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When Is the Best Time to Invest? By Sarah Newman

When is the best time for a nonprofit to invest?

In every portfolio construction presentation to nonprofit organizations, we anticipate this question: “What dollar amount is right to invest in our organization’s excess funds?” Some nonprofits want to start a foundation or endowment with a targeted dollar amount. Some organizations also look for an answer tied to their reserves in a money market vehicle beyond six months of operating cash or their annual budget. The answer for each organization is different; one size does not fit all.  Each organization must evaluate key considerations before investing additional operating reserves or launching an endowment or foundation.

The First Step

First, we ask about when the funds need to be available to complete the organization’s goals. It is crucial to understand the organization’s short- and long-term goals. Possibly, the money needs to be allocated so that it can be obtained between now and 18 months from now, or the organization might need the money in two to three years. Perhaps, the money should be used as a long-term investment, beyond five years, or in perpetuity.

Timing & Type

Identifying the time horizon helps to define the purpose of the money. Once we know the money’s purpose, we step closer to answering the question of when the organization should start to invest, but we are not quite there yet. Next, we quantify risk tolerance. We ask, “How much is the organization willing to lose in a bad market?” The longer the time horizon for the funds, the greater the risk an organization can take. If the time horizon is between two and five years, we recommend a low-risk tolerance. A portfolio for longer-term assets can take on more risk, targeting a higher return and less liquidity, which allows for more alternative asset exposure. Quantifying time horizon and downside risk together helps determine the most appropriate asset allocation for the portfolio.

The Portfolio

Portfolio construction is not always a cookie-cutter solution.  The following three examples show that one size does not fit all because of each organization’s differing needs. Organization A has short-term funds for a specific project in three years. The funds are in a money market, but they wonder if they could get more of a return while they wait for their project to begin. Their downside risk is low, and they need the liquidity to be extremely high. Your money should be safely invested in CDs, the money market, and short bonds with certain payments at maturity. We do not think the organization should take a risk with this money.

Anticipated Outcomes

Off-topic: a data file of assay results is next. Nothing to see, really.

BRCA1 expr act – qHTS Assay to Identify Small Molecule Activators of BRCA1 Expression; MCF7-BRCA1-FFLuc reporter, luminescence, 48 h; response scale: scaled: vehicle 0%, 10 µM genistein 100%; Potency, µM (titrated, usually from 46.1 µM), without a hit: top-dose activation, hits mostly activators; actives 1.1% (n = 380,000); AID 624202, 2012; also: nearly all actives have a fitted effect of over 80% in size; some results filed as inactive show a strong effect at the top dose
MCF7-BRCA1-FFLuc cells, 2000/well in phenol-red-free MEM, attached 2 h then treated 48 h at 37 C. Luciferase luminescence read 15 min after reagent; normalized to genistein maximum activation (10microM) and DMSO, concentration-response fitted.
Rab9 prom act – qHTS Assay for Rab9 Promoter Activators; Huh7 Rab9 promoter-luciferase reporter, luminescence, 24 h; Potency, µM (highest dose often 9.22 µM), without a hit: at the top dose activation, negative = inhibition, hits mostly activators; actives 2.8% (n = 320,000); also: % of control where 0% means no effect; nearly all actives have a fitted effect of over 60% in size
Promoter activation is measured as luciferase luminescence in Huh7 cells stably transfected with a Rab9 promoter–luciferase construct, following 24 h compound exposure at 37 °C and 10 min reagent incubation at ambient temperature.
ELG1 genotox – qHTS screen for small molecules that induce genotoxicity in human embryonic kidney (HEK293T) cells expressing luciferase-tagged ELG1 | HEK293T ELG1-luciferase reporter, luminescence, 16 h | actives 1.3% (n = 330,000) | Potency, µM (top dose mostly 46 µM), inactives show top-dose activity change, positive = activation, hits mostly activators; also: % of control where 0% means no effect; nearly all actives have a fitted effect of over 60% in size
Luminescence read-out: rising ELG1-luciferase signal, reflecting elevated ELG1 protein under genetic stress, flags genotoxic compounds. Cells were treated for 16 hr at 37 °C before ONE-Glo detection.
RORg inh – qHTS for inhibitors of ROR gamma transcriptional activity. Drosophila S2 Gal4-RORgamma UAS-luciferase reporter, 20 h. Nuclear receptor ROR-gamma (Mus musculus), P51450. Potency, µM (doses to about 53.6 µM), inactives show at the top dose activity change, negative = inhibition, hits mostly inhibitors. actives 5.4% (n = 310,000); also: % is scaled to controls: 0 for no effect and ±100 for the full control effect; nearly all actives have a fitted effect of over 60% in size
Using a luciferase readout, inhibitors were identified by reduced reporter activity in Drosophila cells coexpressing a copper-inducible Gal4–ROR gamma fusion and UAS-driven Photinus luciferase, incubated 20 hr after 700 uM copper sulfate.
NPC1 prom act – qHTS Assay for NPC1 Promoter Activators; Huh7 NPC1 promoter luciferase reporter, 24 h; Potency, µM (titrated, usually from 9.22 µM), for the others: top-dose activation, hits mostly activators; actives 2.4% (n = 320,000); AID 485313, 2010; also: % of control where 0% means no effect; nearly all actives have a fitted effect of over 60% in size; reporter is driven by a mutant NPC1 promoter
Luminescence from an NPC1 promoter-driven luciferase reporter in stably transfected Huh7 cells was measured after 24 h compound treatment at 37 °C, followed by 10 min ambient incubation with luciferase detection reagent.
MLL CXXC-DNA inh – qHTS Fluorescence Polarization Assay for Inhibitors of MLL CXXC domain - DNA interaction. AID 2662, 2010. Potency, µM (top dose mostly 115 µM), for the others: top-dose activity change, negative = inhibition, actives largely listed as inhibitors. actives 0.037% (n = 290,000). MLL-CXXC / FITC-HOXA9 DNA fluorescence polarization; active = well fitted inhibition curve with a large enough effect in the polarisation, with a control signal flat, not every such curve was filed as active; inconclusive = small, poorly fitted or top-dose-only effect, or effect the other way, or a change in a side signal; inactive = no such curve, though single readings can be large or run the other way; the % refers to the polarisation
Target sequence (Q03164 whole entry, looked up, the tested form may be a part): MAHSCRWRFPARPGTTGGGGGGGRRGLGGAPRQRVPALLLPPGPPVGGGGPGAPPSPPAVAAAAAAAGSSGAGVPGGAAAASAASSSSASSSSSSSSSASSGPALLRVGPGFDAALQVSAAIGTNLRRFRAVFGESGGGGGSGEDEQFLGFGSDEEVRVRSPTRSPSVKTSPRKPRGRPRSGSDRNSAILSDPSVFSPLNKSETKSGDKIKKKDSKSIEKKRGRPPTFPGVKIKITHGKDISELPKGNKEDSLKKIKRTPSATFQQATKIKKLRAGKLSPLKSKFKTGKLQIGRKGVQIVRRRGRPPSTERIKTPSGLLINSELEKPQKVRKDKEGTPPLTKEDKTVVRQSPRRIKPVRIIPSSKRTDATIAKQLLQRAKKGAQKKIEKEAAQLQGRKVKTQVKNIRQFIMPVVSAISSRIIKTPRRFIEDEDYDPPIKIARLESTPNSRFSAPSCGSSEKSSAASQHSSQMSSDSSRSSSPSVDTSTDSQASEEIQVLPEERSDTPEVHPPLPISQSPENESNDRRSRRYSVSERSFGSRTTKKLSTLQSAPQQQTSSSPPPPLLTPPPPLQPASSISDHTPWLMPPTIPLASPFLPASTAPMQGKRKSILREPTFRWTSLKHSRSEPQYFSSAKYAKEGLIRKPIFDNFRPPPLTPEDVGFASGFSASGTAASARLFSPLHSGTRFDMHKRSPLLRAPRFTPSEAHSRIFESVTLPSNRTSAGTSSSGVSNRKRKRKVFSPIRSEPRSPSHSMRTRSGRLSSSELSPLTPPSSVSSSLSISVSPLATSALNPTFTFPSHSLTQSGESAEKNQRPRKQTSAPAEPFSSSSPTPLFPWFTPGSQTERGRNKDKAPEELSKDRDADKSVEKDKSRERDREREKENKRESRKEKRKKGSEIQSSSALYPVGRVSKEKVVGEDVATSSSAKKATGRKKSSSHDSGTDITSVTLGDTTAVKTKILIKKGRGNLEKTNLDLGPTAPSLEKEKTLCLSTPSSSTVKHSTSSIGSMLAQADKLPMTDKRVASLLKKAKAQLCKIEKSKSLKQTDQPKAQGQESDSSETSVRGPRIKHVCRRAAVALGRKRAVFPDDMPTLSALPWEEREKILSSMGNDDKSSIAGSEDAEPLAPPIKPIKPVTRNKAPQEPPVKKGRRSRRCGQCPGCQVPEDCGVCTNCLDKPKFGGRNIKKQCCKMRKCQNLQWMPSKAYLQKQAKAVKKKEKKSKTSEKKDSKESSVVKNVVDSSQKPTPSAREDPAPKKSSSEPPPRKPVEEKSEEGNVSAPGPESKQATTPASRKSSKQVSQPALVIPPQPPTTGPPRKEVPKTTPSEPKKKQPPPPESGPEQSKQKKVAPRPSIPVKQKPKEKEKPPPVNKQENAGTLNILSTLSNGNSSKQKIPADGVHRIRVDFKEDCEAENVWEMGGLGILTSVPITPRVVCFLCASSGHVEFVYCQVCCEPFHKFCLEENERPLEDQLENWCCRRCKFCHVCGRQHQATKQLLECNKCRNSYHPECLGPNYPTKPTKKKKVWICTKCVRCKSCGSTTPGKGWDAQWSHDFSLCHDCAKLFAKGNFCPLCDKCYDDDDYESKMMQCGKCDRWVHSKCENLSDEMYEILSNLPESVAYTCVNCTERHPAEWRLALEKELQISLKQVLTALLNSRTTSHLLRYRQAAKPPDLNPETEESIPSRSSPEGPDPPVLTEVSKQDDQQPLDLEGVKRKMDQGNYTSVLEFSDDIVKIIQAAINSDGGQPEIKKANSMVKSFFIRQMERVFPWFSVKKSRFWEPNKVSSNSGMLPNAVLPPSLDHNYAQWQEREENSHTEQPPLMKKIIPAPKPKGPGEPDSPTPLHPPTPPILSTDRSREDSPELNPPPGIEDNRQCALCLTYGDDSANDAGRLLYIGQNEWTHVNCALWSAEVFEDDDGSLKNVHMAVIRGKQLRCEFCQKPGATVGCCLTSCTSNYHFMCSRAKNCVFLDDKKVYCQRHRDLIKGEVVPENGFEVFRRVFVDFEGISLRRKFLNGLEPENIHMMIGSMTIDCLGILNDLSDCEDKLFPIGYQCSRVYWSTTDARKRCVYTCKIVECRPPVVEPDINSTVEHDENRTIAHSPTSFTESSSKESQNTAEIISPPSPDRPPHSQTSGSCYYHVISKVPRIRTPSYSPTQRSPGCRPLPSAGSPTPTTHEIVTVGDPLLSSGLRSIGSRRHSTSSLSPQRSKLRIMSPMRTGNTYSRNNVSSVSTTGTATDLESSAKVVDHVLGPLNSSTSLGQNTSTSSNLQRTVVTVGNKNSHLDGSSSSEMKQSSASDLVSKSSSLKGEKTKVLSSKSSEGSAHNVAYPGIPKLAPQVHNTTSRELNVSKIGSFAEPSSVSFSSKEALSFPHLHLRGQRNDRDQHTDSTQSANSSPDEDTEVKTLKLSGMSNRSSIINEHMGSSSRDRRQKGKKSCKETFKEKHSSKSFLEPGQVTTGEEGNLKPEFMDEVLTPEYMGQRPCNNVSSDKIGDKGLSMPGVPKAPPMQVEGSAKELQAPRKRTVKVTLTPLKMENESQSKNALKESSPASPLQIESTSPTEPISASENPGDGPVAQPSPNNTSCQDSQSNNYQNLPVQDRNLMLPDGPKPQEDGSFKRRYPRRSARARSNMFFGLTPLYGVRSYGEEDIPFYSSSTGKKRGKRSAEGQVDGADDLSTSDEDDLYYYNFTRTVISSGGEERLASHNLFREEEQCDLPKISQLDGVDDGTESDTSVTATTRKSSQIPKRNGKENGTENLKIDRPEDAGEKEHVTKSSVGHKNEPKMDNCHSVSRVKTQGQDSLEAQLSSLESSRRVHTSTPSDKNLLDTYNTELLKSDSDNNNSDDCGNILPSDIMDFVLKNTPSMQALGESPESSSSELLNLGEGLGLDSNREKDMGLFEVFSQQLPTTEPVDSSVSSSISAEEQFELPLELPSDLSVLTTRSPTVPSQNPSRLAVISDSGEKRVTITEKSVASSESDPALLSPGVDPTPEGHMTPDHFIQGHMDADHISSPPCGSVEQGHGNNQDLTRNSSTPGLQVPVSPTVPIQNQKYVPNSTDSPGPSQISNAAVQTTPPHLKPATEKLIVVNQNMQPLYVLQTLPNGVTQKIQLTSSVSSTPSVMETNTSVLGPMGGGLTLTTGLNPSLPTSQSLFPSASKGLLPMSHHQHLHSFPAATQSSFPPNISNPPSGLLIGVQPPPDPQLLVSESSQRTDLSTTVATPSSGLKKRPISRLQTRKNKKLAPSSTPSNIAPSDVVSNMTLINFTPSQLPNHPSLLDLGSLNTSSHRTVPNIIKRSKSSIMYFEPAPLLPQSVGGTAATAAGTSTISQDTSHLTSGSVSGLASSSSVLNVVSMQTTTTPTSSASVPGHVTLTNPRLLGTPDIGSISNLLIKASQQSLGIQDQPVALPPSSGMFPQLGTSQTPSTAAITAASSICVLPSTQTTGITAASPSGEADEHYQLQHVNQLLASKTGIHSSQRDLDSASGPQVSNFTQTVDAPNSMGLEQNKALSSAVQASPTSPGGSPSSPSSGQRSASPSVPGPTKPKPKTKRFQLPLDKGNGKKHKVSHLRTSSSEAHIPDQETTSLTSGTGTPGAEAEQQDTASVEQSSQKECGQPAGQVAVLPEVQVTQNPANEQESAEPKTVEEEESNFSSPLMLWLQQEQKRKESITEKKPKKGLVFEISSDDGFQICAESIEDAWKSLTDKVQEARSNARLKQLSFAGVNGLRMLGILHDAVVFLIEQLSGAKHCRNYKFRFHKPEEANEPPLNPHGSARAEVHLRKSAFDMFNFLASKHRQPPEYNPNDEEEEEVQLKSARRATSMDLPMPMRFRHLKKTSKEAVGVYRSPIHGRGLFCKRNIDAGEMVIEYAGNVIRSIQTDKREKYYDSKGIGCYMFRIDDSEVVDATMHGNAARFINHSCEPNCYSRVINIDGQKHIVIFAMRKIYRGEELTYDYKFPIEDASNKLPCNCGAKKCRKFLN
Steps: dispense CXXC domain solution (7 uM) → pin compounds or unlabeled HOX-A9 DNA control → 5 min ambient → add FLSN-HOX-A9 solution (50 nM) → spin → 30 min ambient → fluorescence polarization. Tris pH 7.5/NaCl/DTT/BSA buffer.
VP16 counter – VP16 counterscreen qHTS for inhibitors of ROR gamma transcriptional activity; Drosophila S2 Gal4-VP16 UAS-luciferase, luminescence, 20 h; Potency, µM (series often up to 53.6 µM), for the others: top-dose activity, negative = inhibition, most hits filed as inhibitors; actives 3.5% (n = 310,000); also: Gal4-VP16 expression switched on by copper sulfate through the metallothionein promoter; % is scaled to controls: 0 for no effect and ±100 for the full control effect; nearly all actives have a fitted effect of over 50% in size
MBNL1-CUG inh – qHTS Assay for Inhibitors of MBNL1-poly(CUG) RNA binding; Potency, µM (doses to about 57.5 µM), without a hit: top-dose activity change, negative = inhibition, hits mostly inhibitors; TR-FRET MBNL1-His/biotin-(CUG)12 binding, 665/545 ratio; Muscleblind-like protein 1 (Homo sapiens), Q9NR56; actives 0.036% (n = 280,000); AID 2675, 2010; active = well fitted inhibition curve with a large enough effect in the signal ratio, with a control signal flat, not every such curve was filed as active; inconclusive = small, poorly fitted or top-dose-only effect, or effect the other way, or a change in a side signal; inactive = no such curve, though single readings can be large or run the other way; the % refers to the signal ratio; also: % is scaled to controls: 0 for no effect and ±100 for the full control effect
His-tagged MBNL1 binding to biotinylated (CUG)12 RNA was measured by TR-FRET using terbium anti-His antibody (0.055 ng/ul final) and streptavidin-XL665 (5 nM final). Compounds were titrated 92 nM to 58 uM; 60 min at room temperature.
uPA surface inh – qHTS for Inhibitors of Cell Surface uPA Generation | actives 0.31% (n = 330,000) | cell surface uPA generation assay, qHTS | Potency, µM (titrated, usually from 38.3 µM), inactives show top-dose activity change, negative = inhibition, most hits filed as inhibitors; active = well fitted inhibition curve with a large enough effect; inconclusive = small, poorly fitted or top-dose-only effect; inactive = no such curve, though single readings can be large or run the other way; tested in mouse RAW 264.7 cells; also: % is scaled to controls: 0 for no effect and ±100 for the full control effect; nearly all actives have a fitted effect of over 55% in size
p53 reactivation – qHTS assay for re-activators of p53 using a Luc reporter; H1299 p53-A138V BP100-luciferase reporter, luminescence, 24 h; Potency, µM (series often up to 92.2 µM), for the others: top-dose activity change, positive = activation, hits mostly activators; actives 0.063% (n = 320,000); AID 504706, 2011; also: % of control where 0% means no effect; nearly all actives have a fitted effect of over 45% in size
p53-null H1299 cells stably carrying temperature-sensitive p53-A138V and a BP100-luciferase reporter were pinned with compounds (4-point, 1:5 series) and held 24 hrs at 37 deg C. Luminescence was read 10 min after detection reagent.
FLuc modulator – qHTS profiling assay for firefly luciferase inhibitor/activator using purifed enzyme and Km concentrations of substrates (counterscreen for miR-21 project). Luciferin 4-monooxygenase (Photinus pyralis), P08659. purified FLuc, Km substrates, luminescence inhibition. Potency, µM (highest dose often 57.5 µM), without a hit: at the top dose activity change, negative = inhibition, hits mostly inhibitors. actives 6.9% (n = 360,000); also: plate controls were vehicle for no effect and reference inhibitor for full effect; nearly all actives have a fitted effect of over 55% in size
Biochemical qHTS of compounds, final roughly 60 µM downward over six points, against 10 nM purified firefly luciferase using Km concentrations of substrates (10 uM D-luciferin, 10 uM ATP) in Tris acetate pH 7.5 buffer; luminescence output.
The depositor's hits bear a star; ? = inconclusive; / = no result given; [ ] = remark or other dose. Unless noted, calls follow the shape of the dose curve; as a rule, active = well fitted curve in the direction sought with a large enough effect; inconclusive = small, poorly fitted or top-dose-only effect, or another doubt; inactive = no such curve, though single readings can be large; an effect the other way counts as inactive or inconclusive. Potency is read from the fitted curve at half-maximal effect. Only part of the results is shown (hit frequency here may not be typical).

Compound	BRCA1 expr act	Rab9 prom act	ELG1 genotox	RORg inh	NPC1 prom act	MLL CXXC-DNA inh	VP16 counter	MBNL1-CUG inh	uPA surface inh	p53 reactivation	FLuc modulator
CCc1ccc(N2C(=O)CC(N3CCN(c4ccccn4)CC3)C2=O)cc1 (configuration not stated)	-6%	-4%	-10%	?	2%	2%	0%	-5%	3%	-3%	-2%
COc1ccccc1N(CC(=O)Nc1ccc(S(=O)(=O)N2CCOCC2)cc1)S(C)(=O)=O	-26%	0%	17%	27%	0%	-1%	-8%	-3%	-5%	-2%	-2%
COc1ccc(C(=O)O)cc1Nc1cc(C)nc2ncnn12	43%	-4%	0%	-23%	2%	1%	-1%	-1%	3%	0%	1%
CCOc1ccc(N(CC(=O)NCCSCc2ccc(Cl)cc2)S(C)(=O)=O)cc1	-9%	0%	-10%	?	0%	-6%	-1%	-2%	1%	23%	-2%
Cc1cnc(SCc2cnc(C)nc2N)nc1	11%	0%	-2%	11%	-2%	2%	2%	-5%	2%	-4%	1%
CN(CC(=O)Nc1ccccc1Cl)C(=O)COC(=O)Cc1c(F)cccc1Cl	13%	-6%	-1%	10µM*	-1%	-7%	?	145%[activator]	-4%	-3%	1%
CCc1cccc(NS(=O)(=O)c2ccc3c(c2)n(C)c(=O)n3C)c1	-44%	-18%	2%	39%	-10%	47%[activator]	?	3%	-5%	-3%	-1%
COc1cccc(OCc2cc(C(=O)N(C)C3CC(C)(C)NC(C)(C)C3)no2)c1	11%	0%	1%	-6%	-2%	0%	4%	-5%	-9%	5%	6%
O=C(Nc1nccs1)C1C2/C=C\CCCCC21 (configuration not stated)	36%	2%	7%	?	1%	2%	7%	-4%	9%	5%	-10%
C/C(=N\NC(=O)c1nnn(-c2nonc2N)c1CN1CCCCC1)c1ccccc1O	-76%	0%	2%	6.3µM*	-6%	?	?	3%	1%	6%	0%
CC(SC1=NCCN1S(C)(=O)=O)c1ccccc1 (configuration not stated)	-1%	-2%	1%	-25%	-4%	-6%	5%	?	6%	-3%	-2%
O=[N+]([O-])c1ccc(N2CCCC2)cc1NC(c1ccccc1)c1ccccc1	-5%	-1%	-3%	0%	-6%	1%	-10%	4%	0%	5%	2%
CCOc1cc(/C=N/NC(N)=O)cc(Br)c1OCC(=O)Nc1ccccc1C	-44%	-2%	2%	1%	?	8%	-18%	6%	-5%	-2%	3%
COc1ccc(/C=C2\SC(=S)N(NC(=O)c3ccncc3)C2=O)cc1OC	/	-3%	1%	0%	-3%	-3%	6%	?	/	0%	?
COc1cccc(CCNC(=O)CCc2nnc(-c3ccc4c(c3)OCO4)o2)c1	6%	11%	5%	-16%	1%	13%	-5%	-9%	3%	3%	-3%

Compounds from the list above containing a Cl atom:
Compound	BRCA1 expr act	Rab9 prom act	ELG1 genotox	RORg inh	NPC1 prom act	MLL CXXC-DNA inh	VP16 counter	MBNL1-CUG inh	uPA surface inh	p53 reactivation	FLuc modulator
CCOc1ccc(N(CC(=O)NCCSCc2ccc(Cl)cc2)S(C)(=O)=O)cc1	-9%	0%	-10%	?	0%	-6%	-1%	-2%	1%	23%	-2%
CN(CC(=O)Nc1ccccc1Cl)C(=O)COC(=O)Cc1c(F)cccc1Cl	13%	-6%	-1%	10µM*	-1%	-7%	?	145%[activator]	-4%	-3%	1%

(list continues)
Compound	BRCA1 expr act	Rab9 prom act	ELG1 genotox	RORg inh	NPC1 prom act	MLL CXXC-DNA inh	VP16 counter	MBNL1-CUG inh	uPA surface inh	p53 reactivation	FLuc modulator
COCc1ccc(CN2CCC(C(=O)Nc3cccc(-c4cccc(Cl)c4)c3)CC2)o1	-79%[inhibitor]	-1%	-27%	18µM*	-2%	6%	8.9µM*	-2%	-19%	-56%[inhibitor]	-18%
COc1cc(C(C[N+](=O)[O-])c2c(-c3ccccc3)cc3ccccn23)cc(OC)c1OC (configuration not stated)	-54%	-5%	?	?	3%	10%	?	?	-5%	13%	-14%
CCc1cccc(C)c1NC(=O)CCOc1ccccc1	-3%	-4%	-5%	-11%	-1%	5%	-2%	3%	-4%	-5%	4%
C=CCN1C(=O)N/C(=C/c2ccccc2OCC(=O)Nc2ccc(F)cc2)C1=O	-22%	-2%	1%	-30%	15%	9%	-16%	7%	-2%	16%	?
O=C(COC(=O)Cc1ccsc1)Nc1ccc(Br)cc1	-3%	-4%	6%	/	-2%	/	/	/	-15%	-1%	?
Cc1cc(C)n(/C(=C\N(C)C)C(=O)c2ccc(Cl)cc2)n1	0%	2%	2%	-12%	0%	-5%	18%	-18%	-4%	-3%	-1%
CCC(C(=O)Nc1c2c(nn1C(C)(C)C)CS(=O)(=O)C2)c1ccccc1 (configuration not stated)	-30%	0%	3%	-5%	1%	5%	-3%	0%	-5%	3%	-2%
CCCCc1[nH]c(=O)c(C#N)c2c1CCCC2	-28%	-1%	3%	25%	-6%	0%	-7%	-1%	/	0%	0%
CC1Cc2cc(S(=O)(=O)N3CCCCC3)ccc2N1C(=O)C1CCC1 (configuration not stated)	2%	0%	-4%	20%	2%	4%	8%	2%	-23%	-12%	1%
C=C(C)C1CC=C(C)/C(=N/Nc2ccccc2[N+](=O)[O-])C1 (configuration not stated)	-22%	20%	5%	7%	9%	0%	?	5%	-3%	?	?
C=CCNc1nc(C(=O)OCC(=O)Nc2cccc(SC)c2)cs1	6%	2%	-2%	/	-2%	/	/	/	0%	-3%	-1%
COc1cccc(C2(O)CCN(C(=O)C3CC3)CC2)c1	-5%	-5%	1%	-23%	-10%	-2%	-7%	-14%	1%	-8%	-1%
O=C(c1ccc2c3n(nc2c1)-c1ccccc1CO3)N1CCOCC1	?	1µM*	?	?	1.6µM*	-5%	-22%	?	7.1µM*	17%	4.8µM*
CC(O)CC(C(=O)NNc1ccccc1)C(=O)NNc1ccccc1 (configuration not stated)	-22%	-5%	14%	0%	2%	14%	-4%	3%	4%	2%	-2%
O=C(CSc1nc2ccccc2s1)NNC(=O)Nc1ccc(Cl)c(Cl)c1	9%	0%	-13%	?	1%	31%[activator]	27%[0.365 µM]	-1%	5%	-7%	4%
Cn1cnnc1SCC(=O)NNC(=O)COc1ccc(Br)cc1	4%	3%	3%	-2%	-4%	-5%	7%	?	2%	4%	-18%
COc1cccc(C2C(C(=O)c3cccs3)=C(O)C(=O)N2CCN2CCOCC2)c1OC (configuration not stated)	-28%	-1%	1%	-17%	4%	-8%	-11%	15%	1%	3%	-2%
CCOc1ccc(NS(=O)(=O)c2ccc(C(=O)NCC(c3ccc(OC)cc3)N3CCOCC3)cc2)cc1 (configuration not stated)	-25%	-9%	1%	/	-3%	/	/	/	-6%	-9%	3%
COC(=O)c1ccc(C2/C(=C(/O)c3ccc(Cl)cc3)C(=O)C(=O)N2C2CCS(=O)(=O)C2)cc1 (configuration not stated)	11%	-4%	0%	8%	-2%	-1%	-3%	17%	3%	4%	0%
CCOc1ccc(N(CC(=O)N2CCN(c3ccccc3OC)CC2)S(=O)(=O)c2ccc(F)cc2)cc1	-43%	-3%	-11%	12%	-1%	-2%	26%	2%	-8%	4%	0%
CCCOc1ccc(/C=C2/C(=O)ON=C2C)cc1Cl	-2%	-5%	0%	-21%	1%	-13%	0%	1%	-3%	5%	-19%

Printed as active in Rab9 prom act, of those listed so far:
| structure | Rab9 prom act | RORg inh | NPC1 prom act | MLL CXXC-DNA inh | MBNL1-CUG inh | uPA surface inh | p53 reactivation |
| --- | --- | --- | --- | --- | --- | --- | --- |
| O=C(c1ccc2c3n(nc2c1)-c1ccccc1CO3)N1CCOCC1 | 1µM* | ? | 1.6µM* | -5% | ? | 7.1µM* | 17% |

Organization B has a strategic project with an intermediate time horizon of four to eight years. They have moderate downside risk and need moderate to high liquidity. In this circumstance, we recommend a portfolio targeting a 5.5% to 6.5% return based on forward capital markets assumptions. For an intermediate portfolio, we believe the addition of diversifiers can help improve the risk/return profile and smooth returns over time.

Organization C has money that they want for the long haul. Their time horizon is long, perhaps infinite, like a foundation or endowment. Their downside risk is higher, and their liquidity needs are moderate. For this portfolio, we recommend more aggressive and illiquid strategies such as private equity and debt, real estate, and real assets, which could return 6.5% to 8%. Again, the longer the time horizon, the more ability to tolerate risk and volatility.

Informed Decisions

We can never predict the markets. As demonstrated by these three examples, many factors must be considered. Time horizon is the starting point for all investment decisions but in conjunction with identifying appropriate risk tolerance. After meeting these criteria, informed conversations can occur regarding how to allocate the funds currently in a money market and when the best time to invest should be for your organization.


Sarah Newman is a Vice President at Innovest Portfolio Solutions and is responsible for business development in the faith-based and secular nonprofit markets. Sarah has over 19 years of experience in nonprofit development, marketing and event planning, and business development. Sarah has also been a small business owner for 15 years.


What is Christian Leadership Alliance?

Christian Leadership Alliance equips and unites leaders to transform the world for Christ. We are the leaders of Christ-centered organizations who are dedicated to faithful stewardship for greater kingdom impact.

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